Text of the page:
"The history of the labor injunction in action puts some matters beyond question. In large part, dissatisfaction and resentment are caused, first, by the refusal of courts to recognize that breaches of the peace may be redressed through criminal prosecution and civil action for damages, and, second, by the expansion of a simple, judicial devise to an enveloping code of prohibited conduct, absorbing, en masse, executive and police functions and affecting the livelihood, and even lives, of multitudes. Especially those zealous for the unimpaired prestige of our courts have observed how the administration of law by decrees which through vast and vague phrases surmount law, undermines the esteem of courts upon which our reign of law depends. Not government, but `government by injunction', characterized by the consequences of a criminal prosecution without its safeguards, has been challenged.


Improvident denial of the injunction may be irreparable to the complainant; improvident issue of the injunction may be irreparable to the defendant. For this situation the ordinary mechanics of the provisional injunction proceedings are plainly inadequate. Judicial error is too costly to either side of a labor dispute to permit perfunctory determination of the crucial issues; even in the first instance, it must be searching. The necessity of finding the facts quickly from sources vague, embittered and partisan, colored at the start by the passionate intensities of a labor controversy, calls at best for rare judicial qualities. It becomes an impossible assignment when judges rely solely upon the complaint and the affidavits of interested or professional witnesses, untested by the safeguards of common law trials personal appearances of witnesses, confrontation and cross-examination.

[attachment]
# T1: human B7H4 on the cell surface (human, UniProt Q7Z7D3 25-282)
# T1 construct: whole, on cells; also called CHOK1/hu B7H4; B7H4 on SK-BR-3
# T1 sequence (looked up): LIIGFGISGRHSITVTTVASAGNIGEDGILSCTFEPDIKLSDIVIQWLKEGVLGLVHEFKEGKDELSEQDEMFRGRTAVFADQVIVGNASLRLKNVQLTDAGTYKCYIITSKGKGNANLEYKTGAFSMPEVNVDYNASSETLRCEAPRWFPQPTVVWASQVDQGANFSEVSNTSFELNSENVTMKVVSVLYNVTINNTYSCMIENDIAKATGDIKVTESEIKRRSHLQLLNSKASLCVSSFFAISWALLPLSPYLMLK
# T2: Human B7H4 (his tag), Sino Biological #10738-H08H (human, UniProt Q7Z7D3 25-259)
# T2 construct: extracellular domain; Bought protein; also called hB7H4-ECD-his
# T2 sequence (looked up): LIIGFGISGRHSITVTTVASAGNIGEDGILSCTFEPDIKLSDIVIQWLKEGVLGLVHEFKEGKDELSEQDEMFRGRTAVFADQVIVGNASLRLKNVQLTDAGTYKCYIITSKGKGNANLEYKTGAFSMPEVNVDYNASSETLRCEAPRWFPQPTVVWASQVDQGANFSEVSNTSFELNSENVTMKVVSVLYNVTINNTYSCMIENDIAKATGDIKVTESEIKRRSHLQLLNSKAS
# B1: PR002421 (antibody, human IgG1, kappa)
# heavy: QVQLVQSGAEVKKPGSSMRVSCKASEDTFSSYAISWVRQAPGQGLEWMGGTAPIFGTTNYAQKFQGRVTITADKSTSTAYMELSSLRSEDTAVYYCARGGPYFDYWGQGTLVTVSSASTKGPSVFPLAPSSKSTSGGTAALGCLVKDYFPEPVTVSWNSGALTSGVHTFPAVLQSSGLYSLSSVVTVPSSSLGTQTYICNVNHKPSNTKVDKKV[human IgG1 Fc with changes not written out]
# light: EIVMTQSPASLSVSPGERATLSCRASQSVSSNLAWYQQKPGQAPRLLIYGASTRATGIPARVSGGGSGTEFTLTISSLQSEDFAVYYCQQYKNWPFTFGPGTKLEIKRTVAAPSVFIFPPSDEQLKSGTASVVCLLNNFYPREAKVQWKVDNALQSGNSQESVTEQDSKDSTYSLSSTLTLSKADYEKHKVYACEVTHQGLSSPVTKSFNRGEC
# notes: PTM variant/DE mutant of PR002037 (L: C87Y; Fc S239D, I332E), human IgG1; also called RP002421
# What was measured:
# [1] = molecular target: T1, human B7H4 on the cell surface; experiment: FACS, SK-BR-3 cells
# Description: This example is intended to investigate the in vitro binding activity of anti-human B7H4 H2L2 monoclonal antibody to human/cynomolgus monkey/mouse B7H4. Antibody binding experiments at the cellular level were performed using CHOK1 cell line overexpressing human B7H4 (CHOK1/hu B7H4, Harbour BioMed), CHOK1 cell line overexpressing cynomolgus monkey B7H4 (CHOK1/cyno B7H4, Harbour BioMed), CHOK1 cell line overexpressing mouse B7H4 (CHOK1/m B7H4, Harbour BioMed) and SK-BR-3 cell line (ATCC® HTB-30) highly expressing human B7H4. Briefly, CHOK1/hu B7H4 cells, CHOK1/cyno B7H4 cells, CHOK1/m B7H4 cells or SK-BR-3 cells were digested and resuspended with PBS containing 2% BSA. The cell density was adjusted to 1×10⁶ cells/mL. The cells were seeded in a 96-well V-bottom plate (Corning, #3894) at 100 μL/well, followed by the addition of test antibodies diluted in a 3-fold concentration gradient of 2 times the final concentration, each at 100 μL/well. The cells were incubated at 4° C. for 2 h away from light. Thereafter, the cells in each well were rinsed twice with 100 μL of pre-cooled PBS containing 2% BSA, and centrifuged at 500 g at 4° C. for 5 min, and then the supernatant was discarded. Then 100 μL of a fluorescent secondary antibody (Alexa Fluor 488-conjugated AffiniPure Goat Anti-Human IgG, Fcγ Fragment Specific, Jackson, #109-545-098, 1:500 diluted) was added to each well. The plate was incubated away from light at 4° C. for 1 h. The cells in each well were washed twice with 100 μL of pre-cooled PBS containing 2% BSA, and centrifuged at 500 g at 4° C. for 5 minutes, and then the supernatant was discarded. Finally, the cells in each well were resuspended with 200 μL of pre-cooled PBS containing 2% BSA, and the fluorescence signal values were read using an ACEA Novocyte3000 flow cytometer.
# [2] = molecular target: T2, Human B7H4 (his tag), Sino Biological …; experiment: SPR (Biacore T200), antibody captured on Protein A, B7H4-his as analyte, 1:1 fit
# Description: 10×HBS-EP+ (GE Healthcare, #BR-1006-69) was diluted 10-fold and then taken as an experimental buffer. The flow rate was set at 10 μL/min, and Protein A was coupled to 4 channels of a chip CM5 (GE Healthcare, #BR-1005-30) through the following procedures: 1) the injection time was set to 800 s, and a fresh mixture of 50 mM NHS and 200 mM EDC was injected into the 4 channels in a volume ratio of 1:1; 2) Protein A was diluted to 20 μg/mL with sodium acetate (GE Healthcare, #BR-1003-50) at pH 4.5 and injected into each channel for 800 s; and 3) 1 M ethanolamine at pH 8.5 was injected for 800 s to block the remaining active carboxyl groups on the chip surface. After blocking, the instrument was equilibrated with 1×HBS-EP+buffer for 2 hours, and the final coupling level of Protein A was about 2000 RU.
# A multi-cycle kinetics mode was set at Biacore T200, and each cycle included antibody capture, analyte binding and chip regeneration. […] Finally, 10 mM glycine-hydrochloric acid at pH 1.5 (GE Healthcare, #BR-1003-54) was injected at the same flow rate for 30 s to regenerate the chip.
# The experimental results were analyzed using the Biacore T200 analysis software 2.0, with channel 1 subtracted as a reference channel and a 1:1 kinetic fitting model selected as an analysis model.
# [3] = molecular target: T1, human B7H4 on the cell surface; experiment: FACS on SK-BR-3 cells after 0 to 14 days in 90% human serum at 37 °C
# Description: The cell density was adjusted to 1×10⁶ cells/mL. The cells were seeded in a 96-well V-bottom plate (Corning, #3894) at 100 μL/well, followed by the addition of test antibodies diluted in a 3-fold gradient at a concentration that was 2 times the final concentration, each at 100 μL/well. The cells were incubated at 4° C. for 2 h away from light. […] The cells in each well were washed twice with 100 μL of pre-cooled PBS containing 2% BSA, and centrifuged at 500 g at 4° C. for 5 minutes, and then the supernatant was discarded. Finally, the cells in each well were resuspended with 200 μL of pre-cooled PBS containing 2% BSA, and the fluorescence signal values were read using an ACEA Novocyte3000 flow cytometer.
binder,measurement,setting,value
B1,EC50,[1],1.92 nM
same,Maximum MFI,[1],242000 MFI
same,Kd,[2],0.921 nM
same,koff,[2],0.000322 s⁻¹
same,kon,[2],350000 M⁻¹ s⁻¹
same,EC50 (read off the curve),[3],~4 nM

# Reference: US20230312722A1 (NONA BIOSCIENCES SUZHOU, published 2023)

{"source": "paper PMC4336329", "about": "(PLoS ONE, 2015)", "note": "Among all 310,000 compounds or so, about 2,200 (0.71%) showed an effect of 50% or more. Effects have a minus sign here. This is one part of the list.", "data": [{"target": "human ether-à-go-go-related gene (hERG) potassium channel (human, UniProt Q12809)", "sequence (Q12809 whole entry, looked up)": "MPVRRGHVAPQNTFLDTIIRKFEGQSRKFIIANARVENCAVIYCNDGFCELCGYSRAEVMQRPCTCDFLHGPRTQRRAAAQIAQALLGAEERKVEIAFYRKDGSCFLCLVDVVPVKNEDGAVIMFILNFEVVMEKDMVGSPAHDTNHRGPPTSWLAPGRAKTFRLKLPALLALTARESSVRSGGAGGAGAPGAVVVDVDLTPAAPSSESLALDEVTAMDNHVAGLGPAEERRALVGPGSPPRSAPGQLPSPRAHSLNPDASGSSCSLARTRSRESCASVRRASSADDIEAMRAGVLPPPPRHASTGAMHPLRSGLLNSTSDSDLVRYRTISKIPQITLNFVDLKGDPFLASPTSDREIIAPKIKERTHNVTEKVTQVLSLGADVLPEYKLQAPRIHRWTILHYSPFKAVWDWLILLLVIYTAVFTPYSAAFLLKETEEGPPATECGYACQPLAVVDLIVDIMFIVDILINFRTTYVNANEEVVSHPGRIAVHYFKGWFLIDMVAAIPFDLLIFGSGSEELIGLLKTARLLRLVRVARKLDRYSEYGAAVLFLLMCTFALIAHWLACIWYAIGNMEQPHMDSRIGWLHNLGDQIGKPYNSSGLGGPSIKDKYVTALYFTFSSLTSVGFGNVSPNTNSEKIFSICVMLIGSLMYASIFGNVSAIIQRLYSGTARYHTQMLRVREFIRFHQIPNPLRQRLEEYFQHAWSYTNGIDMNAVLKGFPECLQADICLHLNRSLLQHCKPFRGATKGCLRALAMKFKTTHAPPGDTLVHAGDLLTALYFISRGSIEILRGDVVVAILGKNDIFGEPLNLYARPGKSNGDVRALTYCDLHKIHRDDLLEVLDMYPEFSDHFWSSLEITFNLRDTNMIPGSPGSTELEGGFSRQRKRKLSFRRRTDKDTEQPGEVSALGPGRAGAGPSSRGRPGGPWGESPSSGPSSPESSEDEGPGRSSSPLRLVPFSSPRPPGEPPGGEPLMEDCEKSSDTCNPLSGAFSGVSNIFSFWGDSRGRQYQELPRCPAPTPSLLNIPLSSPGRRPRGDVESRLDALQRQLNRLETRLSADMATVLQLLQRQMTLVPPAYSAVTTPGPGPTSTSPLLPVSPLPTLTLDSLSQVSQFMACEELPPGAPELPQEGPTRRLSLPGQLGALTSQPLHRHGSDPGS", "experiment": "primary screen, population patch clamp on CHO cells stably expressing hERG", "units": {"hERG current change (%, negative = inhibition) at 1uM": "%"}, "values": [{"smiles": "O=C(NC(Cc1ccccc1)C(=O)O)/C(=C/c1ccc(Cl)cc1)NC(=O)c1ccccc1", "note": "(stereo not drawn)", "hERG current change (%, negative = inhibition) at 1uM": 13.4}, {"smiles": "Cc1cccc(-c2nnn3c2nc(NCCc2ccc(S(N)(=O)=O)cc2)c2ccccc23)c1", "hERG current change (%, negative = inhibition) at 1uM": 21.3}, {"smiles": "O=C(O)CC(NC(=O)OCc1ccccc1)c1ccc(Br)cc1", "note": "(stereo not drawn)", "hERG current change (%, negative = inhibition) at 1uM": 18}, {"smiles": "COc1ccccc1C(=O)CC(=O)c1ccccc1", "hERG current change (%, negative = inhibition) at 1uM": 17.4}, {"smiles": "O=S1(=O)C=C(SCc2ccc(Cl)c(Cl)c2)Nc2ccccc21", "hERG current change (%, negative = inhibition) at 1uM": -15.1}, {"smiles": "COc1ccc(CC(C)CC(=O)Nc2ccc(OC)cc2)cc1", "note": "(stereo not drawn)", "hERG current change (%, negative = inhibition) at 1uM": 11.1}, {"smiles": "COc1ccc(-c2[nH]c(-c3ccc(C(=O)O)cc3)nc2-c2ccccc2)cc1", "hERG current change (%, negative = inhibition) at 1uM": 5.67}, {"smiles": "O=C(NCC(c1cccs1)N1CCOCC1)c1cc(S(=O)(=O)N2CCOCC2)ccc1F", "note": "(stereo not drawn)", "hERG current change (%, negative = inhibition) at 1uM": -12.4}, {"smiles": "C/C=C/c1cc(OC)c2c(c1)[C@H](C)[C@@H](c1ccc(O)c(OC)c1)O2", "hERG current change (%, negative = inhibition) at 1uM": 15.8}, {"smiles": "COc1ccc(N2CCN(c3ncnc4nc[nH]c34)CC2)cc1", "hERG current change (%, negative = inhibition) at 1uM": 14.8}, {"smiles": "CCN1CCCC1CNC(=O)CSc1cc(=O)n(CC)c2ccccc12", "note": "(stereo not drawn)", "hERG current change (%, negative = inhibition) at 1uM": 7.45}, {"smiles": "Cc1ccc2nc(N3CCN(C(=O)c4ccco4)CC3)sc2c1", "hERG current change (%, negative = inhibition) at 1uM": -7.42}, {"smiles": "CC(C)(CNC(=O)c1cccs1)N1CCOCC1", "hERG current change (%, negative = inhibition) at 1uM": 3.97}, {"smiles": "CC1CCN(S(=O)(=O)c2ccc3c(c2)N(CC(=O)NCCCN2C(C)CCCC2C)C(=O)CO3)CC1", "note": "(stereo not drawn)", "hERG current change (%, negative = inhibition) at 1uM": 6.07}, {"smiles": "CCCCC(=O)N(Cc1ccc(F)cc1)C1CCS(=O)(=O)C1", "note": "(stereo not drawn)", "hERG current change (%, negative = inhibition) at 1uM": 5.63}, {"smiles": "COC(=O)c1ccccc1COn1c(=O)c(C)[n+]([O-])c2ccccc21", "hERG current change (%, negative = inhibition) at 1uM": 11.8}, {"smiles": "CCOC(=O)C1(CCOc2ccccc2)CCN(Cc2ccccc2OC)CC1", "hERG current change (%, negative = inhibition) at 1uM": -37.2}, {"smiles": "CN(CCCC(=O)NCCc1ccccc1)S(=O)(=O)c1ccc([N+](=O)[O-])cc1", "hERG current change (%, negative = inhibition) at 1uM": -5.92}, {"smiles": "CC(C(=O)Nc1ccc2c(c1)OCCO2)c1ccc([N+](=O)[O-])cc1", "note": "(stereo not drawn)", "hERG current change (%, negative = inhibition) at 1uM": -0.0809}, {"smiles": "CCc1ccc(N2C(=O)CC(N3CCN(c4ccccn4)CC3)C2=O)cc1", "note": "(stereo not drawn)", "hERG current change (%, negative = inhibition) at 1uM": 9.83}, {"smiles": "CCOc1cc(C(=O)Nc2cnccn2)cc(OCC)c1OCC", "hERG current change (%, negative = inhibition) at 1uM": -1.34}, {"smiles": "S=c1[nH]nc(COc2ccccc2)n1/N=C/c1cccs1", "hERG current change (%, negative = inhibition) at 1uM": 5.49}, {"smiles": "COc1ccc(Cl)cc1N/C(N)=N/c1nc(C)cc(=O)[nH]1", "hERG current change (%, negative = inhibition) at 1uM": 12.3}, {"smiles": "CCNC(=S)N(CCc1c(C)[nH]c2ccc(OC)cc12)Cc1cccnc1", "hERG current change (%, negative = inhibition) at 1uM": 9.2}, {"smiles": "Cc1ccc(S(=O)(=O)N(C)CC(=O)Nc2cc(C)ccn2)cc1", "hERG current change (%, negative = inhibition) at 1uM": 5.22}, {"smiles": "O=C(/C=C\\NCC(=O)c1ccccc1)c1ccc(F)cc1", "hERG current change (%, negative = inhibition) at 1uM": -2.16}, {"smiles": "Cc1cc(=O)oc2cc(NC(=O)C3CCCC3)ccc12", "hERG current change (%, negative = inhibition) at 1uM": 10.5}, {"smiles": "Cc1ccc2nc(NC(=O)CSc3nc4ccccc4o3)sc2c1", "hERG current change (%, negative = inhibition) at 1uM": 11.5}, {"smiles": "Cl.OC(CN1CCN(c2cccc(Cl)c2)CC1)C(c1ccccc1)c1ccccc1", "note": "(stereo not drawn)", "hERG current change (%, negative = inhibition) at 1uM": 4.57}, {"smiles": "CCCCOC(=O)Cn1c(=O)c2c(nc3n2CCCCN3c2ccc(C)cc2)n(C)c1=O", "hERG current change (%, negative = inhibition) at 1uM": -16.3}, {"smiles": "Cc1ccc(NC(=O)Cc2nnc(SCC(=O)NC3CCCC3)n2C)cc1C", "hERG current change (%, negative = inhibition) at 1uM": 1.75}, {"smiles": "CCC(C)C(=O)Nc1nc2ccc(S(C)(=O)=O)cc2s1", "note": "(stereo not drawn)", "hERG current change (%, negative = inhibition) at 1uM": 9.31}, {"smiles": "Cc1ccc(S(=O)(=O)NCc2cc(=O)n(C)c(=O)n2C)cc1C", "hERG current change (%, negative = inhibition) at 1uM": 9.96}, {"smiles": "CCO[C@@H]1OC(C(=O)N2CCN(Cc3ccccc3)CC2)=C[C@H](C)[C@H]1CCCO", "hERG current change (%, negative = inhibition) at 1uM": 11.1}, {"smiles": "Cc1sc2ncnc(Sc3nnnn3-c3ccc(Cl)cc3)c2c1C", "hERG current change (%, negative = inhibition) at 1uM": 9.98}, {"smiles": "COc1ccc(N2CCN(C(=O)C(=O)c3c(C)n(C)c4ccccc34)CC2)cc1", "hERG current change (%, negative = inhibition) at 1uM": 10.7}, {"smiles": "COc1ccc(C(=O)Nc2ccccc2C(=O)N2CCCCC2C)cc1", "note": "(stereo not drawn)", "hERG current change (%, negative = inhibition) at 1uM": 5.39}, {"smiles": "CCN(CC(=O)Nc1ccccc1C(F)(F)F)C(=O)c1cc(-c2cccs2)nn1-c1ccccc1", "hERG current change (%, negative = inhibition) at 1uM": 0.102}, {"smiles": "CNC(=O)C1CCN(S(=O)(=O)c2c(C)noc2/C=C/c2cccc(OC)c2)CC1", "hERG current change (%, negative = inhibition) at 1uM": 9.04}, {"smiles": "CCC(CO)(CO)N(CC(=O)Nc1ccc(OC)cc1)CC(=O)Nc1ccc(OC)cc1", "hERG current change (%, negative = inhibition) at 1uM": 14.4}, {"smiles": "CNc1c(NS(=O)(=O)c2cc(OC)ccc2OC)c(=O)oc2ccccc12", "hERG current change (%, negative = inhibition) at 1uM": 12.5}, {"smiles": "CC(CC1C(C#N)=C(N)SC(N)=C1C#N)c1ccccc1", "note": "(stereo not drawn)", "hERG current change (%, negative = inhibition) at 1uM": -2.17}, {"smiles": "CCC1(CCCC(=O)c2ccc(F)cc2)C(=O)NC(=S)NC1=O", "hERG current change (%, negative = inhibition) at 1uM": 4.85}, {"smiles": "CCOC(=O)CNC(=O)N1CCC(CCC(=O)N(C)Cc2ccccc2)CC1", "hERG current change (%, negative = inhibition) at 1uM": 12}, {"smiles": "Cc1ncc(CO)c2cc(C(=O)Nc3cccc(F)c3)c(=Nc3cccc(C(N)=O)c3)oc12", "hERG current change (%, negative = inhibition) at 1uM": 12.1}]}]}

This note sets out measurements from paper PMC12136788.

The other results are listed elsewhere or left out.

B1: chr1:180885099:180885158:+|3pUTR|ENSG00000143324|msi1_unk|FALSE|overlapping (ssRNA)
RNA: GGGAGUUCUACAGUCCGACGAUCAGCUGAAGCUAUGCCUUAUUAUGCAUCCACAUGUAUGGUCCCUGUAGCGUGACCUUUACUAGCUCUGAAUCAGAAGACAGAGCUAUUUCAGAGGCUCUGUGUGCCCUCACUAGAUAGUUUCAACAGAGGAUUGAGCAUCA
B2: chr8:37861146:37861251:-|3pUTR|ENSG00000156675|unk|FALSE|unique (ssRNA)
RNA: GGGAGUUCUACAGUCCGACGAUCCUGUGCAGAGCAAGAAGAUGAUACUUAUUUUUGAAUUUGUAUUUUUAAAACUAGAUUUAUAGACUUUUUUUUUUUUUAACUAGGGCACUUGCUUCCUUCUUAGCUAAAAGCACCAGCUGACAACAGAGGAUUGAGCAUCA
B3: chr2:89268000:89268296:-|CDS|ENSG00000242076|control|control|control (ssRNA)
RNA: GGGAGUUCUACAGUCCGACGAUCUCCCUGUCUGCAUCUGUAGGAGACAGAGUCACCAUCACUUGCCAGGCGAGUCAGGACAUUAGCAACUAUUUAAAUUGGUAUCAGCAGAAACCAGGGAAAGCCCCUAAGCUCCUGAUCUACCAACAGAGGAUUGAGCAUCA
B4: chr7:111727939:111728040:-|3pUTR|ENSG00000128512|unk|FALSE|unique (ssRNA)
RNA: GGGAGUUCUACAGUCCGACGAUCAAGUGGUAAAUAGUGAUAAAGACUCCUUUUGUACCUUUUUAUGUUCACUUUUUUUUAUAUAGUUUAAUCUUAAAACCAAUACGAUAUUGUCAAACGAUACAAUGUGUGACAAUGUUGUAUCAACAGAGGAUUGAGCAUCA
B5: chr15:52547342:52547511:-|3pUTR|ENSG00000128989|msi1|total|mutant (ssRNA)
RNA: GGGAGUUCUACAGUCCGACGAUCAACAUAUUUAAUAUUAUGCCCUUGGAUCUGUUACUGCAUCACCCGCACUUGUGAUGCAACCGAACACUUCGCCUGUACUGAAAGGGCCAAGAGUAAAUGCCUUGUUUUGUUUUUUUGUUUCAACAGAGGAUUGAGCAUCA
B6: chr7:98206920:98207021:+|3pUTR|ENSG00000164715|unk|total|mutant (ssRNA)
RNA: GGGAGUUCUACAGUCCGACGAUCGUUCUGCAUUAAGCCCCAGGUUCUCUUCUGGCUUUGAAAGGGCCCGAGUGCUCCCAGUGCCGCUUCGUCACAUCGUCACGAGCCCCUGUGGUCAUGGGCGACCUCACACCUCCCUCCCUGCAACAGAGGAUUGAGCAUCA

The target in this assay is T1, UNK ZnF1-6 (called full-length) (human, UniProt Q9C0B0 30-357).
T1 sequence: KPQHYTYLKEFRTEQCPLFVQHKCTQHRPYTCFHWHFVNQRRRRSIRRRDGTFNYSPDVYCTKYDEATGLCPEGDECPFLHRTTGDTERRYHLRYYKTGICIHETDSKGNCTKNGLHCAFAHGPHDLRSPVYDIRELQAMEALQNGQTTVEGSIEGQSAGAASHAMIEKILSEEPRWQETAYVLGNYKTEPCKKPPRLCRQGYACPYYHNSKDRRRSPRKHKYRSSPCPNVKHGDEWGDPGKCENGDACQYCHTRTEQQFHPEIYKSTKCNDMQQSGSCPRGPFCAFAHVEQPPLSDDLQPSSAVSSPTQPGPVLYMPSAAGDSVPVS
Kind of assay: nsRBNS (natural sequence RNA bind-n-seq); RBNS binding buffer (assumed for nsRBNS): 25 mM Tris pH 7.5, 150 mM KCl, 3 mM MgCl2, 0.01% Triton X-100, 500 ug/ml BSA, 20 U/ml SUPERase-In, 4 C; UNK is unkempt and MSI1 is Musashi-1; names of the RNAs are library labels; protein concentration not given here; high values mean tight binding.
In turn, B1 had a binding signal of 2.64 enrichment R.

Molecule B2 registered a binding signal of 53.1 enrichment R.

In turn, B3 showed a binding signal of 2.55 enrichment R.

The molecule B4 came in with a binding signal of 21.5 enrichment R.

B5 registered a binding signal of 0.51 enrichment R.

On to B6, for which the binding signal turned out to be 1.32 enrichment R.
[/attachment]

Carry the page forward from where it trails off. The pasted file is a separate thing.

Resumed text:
But the treacherous difficulties presented by an application for an injunction are not confined to the ascertainment of fact; the legal doctrines that must be applied are even more illusory and ambiguous. Even where the rules of law in a particular jurisdiction can be stated, as we have tried to state them, with a show of precision and a definiteness of contour, the unknowns and the variables in the equation intent, motive, malice, justification make its application in a given case a discipline in clarity and detachment requiring time and anxious thought. With such issues of fact and of law, demanding insight into human behavior and nicety of juristic reasoning, we now confront a single judge to whom they are usually unfamiliar, and we ask him to decide forthwith, allowing him less opportunity for consideration than would be available if the question were one concerning the negotiability of a new form of commercial paper. We ease his difficulty and his conscience by telling him that his decision is only tentative. FRANKFURTER & GREENE, THE LABOR INJUNCTION 200-02 (1929)."